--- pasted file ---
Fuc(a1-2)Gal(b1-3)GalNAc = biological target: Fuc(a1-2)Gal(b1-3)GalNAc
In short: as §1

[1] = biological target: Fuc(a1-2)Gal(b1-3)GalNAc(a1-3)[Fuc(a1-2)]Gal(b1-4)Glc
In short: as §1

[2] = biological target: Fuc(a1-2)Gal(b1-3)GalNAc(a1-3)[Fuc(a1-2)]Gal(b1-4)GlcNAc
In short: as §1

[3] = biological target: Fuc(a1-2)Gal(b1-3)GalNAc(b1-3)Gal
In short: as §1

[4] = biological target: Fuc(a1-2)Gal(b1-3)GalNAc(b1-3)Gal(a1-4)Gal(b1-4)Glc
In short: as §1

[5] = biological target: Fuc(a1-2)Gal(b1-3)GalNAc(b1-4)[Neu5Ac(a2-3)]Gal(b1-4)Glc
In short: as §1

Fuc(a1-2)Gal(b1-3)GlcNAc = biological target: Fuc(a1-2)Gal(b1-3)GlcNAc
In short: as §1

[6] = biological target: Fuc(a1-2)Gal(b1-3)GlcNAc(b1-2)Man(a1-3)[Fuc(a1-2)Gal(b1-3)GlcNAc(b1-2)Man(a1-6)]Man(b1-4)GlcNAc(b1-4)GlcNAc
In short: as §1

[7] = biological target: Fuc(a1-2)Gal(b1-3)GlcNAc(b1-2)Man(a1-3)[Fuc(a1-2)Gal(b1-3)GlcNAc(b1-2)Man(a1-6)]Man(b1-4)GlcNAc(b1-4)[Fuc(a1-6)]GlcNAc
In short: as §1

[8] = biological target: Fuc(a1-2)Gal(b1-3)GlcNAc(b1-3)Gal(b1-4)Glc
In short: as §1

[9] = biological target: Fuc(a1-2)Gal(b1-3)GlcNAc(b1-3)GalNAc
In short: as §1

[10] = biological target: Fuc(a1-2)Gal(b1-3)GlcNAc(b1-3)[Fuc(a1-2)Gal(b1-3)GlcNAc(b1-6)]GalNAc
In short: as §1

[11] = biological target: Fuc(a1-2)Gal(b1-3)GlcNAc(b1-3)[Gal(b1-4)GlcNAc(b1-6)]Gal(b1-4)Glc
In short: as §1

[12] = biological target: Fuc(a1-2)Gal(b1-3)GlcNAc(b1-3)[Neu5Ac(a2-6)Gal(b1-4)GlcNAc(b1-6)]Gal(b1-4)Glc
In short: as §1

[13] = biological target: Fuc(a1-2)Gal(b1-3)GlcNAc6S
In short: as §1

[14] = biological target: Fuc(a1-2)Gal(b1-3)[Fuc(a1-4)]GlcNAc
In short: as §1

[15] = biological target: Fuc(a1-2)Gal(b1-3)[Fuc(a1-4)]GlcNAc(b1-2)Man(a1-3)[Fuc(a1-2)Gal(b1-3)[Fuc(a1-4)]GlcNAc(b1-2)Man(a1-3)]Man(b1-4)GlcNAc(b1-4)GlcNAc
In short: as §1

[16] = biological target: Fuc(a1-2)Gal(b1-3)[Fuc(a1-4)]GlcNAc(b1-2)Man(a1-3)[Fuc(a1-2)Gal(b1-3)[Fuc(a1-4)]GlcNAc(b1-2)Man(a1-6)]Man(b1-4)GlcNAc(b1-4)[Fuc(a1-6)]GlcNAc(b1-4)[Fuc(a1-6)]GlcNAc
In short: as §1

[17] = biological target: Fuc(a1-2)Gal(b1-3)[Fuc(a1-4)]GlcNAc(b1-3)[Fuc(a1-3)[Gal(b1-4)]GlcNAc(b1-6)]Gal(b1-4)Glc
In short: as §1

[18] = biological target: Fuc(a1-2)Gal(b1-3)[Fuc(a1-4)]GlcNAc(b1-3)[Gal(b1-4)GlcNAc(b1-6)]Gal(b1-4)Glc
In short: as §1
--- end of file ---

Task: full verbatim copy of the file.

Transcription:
Fuc(a1-2)Gal(b1-3)GalNAc = biological target: Fuc(a1-2)Gal(b1-3)GalNAc
In short: as §1

[1] = biological target: Fuc(a1-2)Gal(b1-3)GalNAc(a1-3)[Fuc(a1-2)]Gal(b1-4)Glc
In short: as §1

[2] = biological target: Fuc(a1-2)Gal(b1-3)GalNAc(a1-3)[Fuc(a1-2)]Gal(b1-4)GlcNAc
In short: as §1

[3] = biological target: Fuc(a1-2)Gal(b1-3)GalNAc(b1-3)Gal
In short: as §1

[4] = biological target: Fuc(a1-2)Gal(b1-3)GalNAc(b1-3)Gal(a1-4)Gal(b1-4)Glc
In short: as §1

[5] = biological target: Fuc(a1-2)Gal(b1-3)GalNAc(b1-4)[Neu5Ac(a2-3)]Gal(b1-4)Glc
In short: as §1

Fuc(a1-2)Gal(b1-3)GlcNAc = biological target: Fuc(a1-2)Gal(b1-3)GlcNAc
In short: as §1

[6] = biological target: Fuc(a1-2)Gal(b1-3)GlcNAc(b1-2)Man(a1-3)[Fuc(a1-2)Gal(b1-3)GlcNAc(b1-2)Man(a1-6)]Man(b1-4)GlcNAc(b1-4)GlcNAc
In short: as §1

[7] = biological target: Fuc(a1-2)Gal(b1-3)GlcNAc(b1-2)Man(a1-3)[Fuc(a1-2)Gal(b1-3)GlcNAc(b1-2)Man(a1-6)]Man(b1-4)GlcNAc(b1-4)[Fuc(a1-6)]GlcNAc
In short: as §1

[8] = biological target: Fuc(a1-2)Gal(b1-3)GlcNAc(b1-3)Gal(b1-4)Glc
In short: as §1

[9] = biological target: Fuc(a1-2)Gal(b1-3)GlcNAc(b1-3)GalNAc
In short: as §1

[10] = biological target: Fuc(a1-2)Gal(b1-3)GlcNAc(b1-3)[Fuc(a1-2)Gal(b1-3)GlcNAc(b1-6)]GalNAc
In short: as §1

[11] = biological target: Fuc(a1-2)Gal(b1-3)GlcNAc(b1-3)[Gal(b1-4)GlcNAc(b1-6)]Gal(b1-4)Glc
In short: as §1

[12] = biological target: Fuc(a1-2)Gal(b1-3)GlcNAc(b1-3)[Neu5Ac(a2-6)Gal(b1-4)GlcNAc(b1-6)]Gal(b1-4)Glc
In short: as §1

[13] = biological target: Fuc(a1-2)Gal(b1-3)GlcNAc6S
In short: as §1

[14] = biological target: Fuc(a1-2)Gal(b1-3)[Fuc(a1-4)]GlcNAc
In short: as §1

[15] = biological target: Fuc(a1-2)Gal(b1-3)[Fuc(a1-4)]GlcNAc(b1-2)Man(a1-3)[Fuc(a1-2)Gal(b1-3)[Fuc(a1-4)]GlcNAc(b1-2)Man(a1-3)]Man(b1-4)GlcNAc(b1-4)GlcNAc
In short: as §1

[16] = biological target: Fuc(a1-2)Gal(b1-3)[Fuc(a1-4)]GlcNAc(b1-2)Man(a1-3)[Fuc(a1-2)Gal(b1-3)[Fuc(a1-4)]GlcNAc(b1-2)Man(a1-6)]Man(b1-4)GlcNAc(b1-4)[Fuc(a1-6)]GlcNAc(b1-4)[Fuc(a1-6)]GlcNAc
In short: as §1

[17] = biological target: Fuc(a1-2)Gal(b1-3)[Fuc(a1-4)]GlcNAc(b1-3)[Fuc(a1-3)[Gal(b1-4)]GlcNAc(b1-6)]Gal(b1-4)Glc
In short: as §1

[18] = biological target: Fuc(a1-2)Gal(b1-3)[Fuc(a1-4)]GlcNAc(b1-3)[Gal(b1-4)GlcNAc(b1-6)]Gal(b1-4)Glc
In short: as §1